What this priest did was totally inexcusable.
Not only did he consecrate a wheat pita but when I went up to receive on the tongue he forcefully tried to pry open my hands to put the Eucharist in my palm. When I remained in front of him with my mouth open, holds folded closed, to receive on the tongue he grabbed my hand and took the Body of Christ, wedged it between my fingers and said, “Just take it. It’s easier this way.”
Easier for what or whom?! There were not even 50 people in that church! How was me receiving on the tongue going to disrupt the communion line? It made absolutely no sense. Just take it, it’s easier this way? And at my grandmother’s funeral is where you decide to make your little anti-trad point?
And while he was busy making a show out of denying me communion on the tongue in front of my family at my dead grandmother’s funeral, he was hap-happily giving out consecrated wheat pita to the rest of my non-Catholic family without a moment of instruction or notice in the program on why they shouldn’t receive.
Outrageous. And while the comments over there currently stand at 570 and there’s no way I plan to read them all at this point, this rather recent one caught my eye:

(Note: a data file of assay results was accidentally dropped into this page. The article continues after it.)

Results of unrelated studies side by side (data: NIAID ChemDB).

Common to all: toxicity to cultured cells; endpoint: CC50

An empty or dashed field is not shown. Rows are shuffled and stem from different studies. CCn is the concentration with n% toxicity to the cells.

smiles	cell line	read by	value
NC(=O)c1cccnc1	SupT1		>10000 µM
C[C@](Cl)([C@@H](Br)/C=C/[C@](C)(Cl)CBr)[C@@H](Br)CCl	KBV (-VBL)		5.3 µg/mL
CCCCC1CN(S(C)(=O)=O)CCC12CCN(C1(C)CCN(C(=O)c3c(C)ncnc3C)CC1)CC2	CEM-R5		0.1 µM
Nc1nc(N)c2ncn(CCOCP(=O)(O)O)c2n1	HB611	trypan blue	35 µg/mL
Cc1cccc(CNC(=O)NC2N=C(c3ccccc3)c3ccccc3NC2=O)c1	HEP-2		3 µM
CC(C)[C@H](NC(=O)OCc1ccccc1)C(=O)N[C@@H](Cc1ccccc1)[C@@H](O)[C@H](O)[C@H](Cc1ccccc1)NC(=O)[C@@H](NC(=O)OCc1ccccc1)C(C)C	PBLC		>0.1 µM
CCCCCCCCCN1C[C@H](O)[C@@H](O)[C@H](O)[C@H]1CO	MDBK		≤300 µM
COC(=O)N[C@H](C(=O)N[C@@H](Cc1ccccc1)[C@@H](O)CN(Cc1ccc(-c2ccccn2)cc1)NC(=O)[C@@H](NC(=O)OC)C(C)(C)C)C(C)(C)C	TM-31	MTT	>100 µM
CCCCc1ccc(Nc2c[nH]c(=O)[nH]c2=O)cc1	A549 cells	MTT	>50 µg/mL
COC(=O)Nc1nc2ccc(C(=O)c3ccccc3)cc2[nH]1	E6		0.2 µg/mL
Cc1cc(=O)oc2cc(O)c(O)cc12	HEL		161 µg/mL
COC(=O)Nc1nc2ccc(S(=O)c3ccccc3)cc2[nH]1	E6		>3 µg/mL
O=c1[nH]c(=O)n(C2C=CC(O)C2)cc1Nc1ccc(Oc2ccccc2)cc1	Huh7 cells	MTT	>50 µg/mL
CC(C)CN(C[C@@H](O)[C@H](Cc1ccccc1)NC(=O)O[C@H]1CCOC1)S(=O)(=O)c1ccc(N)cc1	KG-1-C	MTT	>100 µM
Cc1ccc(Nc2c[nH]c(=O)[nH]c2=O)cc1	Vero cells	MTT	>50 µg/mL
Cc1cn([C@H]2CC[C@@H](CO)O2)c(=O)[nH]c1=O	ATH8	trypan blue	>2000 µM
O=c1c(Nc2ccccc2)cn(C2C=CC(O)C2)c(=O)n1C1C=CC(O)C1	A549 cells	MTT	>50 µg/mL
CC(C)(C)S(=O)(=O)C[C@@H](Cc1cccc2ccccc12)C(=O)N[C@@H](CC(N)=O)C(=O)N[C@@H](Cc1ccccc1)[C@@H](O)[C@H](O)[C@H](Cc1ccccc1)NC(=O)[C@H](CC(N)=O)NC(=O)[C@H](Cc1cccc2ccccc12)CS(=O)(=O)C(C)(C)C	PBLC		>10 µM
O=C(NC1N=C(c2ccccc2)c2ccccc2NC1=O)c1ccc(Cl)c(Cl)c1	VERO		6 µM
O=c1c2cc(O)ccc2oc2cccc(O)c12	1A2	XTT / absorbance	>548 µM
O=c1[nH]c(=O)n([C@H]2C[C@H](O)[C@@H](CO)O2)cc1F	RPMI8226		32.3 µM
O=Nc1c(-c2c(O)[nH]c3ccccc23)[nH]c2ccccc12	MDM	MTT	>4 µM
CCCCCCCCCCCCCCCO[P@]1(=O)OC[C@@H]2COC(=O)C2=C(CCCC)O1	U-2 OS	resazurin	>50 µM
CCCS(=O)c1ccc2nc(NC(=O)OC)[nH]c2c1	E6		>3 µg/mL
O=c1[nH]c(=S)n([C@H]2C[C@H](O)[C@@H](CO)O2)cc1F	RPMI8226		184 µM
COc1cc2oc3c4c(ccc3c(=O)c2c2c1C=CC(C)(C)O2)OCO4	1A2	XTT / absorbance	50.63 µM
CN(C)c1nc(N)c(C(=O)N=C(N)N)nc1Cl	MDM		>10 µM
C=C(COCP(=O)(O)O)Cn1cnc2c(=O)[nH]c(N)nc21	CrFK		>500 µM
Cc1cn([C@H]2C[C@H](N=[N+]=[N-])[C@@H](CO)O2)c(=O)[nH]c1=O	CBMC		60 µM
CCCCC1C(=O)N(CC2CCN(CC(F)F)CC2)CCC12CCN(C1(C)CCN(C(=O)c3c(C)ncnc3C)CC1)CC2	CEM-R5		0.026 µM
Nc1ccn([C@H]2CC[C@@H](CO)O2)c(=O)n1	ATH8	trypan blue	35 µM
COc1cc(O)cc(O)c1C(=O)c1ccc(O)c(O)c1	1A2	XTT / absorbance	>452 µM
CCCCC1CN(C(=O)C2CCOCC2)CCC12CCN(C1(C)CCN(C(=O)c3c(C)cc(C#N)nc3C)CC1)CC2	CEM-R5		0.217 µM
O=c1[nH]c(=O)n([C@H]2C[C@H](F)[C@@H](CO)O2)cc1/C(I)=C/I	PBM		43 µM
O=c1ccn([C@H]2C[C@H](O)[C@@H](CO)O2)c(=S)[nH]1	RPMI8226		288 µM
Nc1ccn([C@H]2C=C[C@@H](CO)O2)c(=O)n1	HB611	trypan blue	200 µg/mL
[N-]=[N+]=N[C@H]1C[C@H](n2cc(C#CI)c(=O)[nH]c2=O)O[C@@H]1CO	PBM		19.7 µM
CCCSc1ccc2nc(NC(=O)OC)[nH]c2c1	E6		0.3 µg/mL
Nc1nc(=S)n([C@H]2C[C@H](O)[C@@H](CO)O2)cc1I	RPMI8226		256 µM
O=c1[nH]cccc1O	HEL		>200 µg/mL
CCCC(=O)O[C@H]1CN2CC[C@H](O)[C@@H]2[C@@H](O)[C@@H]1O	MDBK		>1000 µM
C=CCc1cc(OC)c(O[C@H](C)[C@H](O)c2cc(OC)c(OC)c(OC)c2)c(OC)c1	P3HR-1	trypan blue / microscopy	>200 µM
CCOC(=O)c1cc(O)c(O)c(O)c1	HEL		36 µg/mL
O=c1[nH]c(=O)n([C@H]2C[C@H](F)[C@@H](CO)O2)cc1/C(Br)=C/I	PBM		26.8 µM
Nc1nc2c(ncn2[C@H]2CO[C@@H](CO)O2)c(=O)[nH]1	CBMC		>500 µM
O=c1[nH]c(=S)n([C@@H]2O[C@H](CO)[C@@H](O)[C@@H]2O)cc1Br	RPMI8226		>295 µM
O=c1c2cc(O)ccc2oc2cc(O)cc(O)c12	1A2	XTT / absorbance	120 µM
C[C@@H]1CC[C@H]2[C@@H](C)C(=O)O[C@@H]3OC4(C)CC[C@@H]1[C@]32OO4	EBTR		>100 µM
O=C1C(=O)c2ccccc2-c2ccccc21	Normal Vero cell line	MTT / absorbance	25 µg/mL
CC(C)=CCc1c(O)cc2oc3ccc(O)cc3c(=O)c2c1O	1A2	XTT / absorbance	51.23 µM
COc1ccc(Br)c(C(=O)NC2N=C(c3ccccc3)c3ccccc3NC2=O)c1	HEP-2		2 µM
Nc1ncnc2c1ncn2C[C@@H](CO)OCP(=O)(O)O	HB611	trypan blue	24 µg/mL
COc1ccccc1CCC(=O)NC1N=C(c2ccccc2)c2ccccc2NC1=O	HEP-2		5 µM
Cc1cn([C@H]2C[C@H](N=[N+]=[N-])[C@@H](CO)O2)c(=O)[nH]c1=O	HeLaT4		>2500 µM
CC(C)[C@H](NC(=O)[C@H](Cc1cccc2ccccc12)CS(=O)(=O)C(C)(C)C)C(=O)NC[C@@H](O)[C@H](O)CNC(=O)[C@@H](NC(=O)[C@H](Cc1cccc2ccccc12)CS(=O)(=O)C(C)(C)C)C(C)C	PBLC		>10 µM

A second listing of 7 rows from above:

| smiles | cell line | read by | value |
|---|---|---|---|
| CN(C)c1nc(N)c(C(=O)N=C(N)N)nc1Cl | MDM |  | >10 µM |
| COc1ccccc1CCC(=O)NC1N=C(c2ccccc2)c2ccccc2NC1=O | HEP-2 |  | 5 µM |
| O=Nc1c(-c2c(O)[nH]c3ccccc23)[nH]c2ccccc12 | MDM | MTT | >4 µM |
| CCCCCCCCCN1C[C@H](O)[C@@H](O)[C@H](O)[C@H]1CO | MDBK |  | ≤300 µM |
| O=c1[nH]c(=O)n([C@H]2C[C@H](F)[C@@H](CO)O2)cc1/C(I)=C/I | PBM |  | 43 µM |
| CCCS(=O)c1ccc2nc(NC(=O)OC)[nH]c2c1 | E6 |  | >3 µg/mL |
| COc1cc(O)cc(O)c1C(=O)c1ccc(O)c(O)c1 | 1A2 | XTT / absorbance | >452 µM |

I told my wife about this. She is a pastoral associate with a master's in Theology from Loyola University in New Orleans. She said that SHE had done the very same thing when some kid dropped to his knees in a communion line at the Church where she works(not our home parish where NO ONE since 1968 when the new church was built). She passed him by and he later told her that she had embarassed him. HER response? "You did to your self. YOU KNEW that we don't do it that way here and you chose to behave otherwise". I think this whole thing is silly. As I was told as a little boy in Catholic school in the late 50's early 60's, when in Rome, do as the Roman's do”.
If the gentleman in question posted under his real name (alas, he does not appear to) I would be sending a letter to the unfortunate parish which employs his wife, because if she is in fact the rude and ignorant bully her husband portrays her to be then she needs training immediately in the right of the laity to receive communion in traditional postures, a right which they retain in spite of pushy ill-educated pastoral associates (and I cannot tell you how tempted I was to abbreviate “associates” incorrectly just now).
One of the reasons I was so hard on Rachel Lu’s recent blog posts about her terrible experience at a parish that had (gasp) female altar servers! and EMHCs! and unfortunate music! is because when we get all het up about things that are liturgically permitted (however less-than-optimal we might personally think them) it tends to diminish our ability to complain about real, actual liturgical abuse. From Katrina Fernandez’ blog post it seems clear that there are serious problems at the parish she mentions, problems which ought to be addressed by the local ordinary, preferably at once so that the faithful do not any longer suffer under such serious problems at Mass.
We should save our outrage for real liturgical abuse. And then we should use it, as politely and civilly as possible, but without undue deference to error (however kind we may be to the erroneous, which is a different matter).